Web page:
U.S. Supreme Court

SCOTUS sides with adoptive couple, says Indian Child Welfare Act doesn't apply


In a bitter custody dispute between a South Carolina adoptive couple and a child’s Native American birth father, the U.S. Supreme Court has sided with the adoptive parents. In Justice Samuel Alito’s majority opinion (PDF), he states that the Indian Child Welfare Act, which was enacted to prevent the “wholesale removal of Indian children from their homes,” does not apply in this case.

The court held that although the biological father—who had reportedly initially sent the pregnant biological mother a text message giving up parental rights before the child’s birth—was a member of the Cherokee Nation, the ICWA did not apply.

“(The ICWA)—which conditions involuntary termination of parental rights with respect to an Indian child on a showing that remedial efforts have been made to prevent the ‘breakup of the Indian family’ is inapplicable when, as here, the parent abandoned the Indian child before birth and never had custody of the child,” Alito wrote.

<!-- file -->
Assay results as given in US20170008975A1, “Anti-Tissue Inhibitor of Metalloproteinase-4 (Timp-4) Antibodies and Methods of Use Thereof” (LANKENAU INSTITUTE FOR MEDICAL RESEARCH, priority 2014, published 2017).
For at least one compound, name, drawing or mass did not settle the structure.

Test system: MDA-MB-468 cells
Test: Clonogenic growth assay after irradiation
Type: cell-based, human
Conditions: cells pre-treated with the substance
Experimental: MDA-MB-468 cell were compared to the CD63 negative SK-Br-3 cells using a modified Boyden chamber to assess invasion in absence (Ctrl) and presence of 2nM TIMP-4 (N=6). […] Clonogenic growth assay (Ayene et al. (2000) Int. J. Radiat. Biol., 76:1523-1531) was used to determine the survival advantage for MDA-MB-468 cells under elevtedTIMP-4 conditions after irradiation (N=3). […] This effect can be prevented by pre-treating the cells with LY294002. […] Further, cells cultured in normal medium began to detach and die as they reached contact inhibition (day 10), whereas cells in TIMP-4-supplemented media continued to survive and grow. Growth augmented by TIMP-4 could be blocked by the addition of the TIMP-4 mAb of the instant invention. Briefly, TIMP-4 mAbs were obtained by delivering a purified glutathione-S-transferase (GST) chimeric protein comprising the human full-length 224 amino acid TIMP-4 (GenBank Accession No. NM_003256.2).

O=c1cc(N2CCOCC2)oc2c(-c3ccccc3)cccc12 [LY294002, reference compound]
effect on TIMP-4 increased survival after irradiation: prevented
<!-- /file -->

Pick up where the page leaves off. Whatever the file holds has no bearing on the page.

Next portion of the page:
The court ordered the South Carolina State Supreme Court’s decision in favor of the biological father be reversed. The ultimate placement of the child, who was taken from the adoptive couple at the age 27 months and has been living with her biological father since 2011, is uncertain.

Justice Sonia Sotomayor wrote the dissent in the case, Adoptive Couple v. Baby Girl. She was joined in full by Justices Ruth Bader Ginsburg and Elena Kagan, and in part by Justice Antonin Scalia, who also filed a dissenting opinion.

See also:

ABAJournal.com: “Supreme Court to Hear Adoption Case Involving Baby Veronica and American Indian Dad”

SCOTUSblog: “Details: Adoptive Couple v. Baby Girl”

Charleston City Paper: “U.S. Supreme Court reverses S.C. court in Adoptive Couple v. Baby Girl, siding with James Island couple”

Reuters: “Supreme Court rule for couple over baby girl’s adoption”

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